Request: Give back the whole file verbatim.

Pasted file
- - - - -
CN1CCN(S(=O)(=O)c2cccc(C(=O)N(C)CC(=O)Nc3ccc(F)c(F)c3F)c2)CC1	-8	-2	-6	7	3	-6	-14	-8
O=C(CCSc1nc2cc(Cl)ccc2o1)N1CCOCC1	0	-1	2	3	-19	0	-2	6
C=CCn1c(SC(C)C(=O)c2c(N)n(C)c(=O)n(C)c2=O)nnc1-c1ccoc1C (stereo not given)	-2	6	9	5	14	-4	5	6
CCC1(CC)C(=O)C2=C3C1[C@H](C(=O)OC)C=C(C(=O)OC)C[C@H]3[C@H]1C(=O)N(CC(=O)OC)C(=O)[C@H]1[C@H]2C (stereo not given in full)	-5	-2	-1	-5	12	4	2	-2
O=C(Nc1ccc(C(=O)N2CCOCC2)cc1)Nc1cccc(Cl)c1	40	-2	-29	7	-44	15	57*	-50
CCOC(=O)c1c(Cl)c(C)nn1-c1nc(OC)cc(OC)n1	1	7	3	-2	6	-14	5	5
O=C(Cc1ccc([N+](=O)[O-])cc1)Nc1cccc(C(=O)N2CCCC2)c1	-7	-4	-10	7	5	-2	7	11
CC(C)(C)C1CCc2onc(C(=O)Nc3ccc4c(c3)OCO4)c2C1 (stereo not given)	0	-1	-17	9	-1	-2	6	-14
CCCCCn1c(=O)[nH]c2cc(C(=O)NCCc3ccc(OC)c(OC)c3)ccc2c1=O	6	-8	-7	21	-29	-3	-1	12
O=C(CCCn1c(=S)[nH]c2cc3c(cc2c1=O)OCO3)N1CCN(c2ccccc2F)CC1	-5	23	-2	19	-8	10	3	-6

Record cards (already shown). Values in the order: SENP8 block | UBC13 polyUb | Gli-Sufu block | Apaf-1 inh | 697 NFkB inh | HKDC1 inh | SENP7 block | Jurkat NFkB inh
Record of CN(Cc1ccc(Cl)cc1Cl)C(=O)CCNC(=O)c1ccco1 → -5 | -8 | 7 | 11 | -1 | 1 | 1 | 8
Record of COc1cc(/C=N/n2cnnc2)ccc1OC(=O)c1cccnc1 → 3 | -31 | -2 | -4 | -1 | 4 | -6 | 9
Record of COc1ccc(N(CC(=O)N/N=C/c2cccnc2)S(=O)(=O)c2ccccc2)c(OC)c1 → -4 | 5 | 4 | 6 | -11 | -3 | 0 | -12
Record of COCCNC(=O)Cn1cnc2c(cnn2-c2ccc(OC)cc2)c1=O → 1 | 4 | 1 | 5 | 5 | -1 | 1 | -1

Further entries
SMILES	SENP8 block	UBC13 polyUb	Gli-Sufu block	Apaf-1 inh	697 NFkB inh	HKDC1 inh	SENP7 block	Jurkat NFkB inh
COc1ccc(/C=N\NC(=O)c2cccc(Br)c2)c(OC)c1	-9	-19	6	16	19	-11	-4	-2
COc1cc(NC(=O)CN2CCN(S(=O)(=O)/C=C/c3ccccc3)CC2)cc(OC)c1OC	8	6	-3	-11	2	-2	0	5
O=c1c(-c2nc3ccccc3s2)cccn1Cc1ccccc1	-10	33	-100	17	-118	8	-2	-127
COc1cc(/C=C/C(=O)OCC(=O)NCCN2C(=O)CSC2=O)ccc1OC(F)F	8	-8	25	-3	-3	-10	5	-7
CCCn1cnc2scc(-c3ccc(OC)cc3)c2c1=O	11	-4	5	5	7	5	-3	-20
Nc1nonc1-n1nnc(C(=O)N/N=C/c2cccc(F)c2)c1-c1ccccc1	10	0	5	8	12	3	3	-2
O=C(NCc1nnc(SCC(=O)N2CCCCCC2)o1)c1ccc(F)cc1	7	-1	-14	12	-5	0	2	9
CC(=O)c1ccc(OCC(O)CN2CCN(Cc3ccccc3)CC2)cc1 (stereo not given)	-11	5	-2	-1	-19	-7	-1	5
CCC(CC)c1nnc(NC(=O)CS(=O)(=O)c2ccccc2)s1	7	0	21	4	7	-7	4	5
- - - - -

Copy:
CN1CCN(S(=O)(=O)c2cccc(C(=O)N(C)CC(=O)Nc3ccc(F)c(F)c3F)c2)CC1	-8	-2	-6	7	3	-6	-14	-8
O=C(CCSc1nc2cc(Cl)ccc2o1)N1CCOCC1	0	-1	2	3	-19	0	-2	6
C=CCn1c(SC(C)C(=O)c2c(N)n(C)c(=O)n(C)c2=O)nnc1-c1ccoc1C (stereo not given)	-2	6	9	5	14	-4	5	6
CCC1(CC)C(=O)C2=C3C1[C@H](C(=O)OC)C=C(C(=O)OC)C[C@H]3[C@H]1C(=O)N(CC(=O)OC)C(=O)[C@H]1[C@H]2C (stereo not given in full)	-5	-2	-1	-5	12	4	2	-2
O=C(Nc1ccc(C(=O)N2CCOCC2)cc1)Nc1cccc(Cl)c1	40	-2	-29	7	-44	15	57*	-50
CCOC(=O)c1c(Cl)c(C)nn1-c1nc(OC)cc(OC)n1	1	7	3	-2	6	-14	5	5
O=C(Cc1ccc([N+](=O)[O-])cc1)Nc1cccc(C(=O)N2CCCC2)c1	-7	-4	-10	7	5	-2	7	11
CC(C)(C)C1CCc2onc(C(=O)Nc3ccc4c(c3)OCO4)c2C1 (stereo not given)	0	-1	-17	9	-1	-2	6	-14
CCCCCn1c(=O)[nH]c2cc(C(=O)NCCc3ccc(OC)c(OC)c3)ccc2c1=O	6	-8	-7	21	-29	-3	-1	12
O=C(CCCn1c(=S)[nH]c2cc3c(cc2c1=O)OCO3)N1CCN(c2ccccc2F)CC1	-5	23	-2	19	-8	10	3	-6

Record cards (already shown). Values in the order: SENP8 block | UBC13 polyUb | Gli-Sufu block | Apaf-1 inh | 697 NFkB inh | HKDC1 inh | SENP7 block | Jurkat NFkB inh
Record of CN(Cc1ccc(Cl)cc1Cl)C(=O)CCNC(=O)c1ccco1 → -5 | -8 | 7 | 11 | -1 | 1 | 1 | 8
Record of COc1cc(/C=N/n2cnnc2)ccc1OC(=O)c1cccnc1 → 3 | -31 | -2 | -4 | -1 | 4 | -6 | 9
Record of COc1ccc(N(CC(=O)N/N=C/c2cccnc2)S(=O)(=O)c2ccccc2)c(OC)c1 → -4 | 5 | 4 | 6 | -11 | -3 | 0 | -12
Record of COCCNC(=O)Cn1cnc2c(cnn2-c2ccc(OC)cc2)c1=O → 1 | 4 | 1 | 5 | 5 | -1 | 1 | -1

Further entries
SMILES	SENP8 block	UBC13 polyUb	Gli-Sufu block	Apaf-1 inh	697 NFkB inh	HKDC1 inh	SENP7 block	Jurkat NFkB inh
COc1ccc(/C=N\NC(=O)c2cccc(Br)c2)c(OC)c1	-9	-19	6	16	19	-11	-4	-2
COc1cc(NC(=O)CN2CCN(S(=O)(=O)/C=C/c3ccccc3)CC2)cc(OC)c1OC	8	6	-3	-11	2	-2	0	5
O=c1c(-c2nc3ccccc3s2)cccn1Cc1ccccc1	-10	33	-100	17	-118	8	-2	-127
COc1cc(/C=C/C(=O)OCC(=O)NCCN2C(=O)CSC2=O)ccc1OC(F)F	8	-8	25	-3	-3	-10	5	-7
CCCn1cnc2scc(-c3ccc(OC)cc3)c2c1=O	11	-4	5	5	7	5	-3	-20
Nc1nonc1-n1nnc(C(=O)N/N=C/c2cccc(F)c2)c1-c1ccccc1	10	0	5	8	12	3	3	-2
O=C(NCc1nnc(SCC(=O)N2CCCCCC2)o1)c1ccc(F)cc1	7	-1	-14	12	-5	0	2	9
CC(=O)c1ccc(OCC(O)CN2CCN(Cc3ccccc3)CC2)cc1 (stereo not given)	-11	5	-2	-1	-19	-7	-1	5
CCC(CC)c1nnc(NC(=O)CS(=O)(=O)c2ccccc2)s1	7	0	21	4	7	-7	4	5